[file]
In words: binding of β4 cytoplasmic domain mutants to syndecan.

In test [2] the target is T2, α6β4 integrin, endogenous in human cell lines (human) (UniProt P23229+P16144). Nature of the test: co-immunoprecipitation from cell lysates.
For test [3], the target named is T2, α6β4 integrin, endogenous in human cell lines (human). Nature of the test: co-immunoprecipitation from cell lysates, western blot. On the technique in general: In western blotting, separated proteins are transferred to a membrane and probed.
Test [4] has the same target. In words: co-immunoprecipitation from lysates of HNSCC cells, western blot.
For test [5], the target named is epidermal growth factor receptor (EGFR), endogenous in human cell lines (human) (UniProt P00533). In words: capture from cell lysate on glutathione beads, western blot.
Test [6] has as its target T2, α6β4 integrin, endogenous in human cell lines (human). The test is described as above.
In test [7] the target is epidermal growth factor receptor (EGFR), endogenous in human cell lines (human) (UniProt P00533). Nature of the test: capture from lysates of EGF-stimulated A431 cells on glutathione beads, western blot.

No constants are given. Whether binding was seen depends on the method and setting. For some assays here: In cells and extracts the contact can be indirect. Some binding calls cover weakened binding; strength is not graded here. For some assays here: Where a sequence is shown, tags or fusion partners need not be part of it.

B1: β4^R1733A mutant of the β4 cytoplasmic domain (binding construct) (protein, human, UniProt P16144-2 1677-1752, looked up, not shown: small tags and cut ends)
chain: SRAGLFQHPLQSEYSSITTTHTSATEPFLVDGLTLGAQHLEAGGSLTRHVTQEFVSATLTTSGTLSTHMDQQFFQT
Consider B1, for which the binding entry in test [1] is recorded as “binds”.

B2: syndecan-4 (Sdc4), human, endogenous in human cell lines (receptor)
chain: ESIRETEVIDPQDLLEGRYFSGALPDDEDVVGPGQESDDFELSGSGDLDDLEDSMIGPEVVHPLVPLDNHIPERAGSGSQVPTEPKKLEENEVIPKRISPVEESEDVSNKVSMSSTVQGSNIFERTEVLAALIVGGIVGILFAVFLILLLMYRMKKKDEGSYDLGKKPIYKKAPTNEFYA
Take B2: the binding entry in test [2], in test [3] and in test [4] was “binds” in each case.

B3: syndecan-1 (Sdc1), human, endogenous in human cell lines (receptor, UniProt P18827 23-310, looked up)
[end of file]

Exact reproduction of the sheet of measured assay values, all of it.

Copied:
In words: binding of β4 cytoplasmic domain mutants to syndecan.

In test [2] the target is T2, α6β4 integrin, endogenous in human cell lines (human) (UniProt P23229+P16144). Nature of the test: co-immunoprecipitation from cell lysates.
For test [3], the target named is T2, α6β4 integrin, endogenous in human cell lines (human). Nature of the test: co-immunoprecipitation from cell lysates, western blot. On the technique in general: In western blotting, separated proteins are transferred to a membrane and probed.
Test [4] has the same target. In words: co-immunoprecipitation from lysates of HNSCC cells, western blot.
For test [5], the target named is epidermal growth factor receptor (EGFR), endogenous in human cell lines (human) (UniProt P00533). In words: capture from cell lysate on glutathione beads, western blot.
Test [6] has as its target T2, α6β4 integrin, endogenous in human cell lines (human). The test is described as above.
In test [7] the target is epidermal growth factor receptor (EGFR), endogenous in human cell lines (human) (UniProt P00533). Nature of the test: capture from lysates of EGF-stimulated A431 cells on glutathione beads, western blot.

No constants are given. Whether binding was seen depends on the method and setting. For some assays here: In cells and extracts the contact can be indirect. Some binding calls cover weakened binding; strength is not graded here. For some assays here: Where a sequence is shown, tags or fusion partners need not be part of it.

B1: β4^R1733A mutant of the β4 cytoplasmic domain (binding construct) (protein, human, UniProt P16144-2 1677-1752, looked up, not shown: small tags and cut ends)
chain: SRAGLFQHPLQSEYSSITTTHTSATEPFLVDGLTLGAQHLEAGGSLTRHVTQEFVSATLTTSGTLSTHMDQQFFQT
Consider B1, for which the binding entry in test [1] is recorded as “binds”.

B2: syndecan-4 (Sdc4), human, endogenous in human cell lines (receptor)
chain: ESIRETEVIDPQDLLEGRYFSGALPDDEDVVGPGQESDDFELSGSGDLDDLEDSMIGPEVVHPLVPLDNHIPERAGSGSQVPTEPKKLEENEVIPKRISPVEESEDVSNKVSMSSTVQGSNIFERTEVLAALIVGGIVGILFAVFLILLLMYRMKKKDEGSYDLGKKPIYKKAPTNEFYA
Take B2: the binding entry in test [2], in test [3] and in test [4] was “binds” in each case.

B3: syndecan-1 (Sdc1), human, endogenous in human cell lines (receptor, UniProt P18827 23-310, looked up)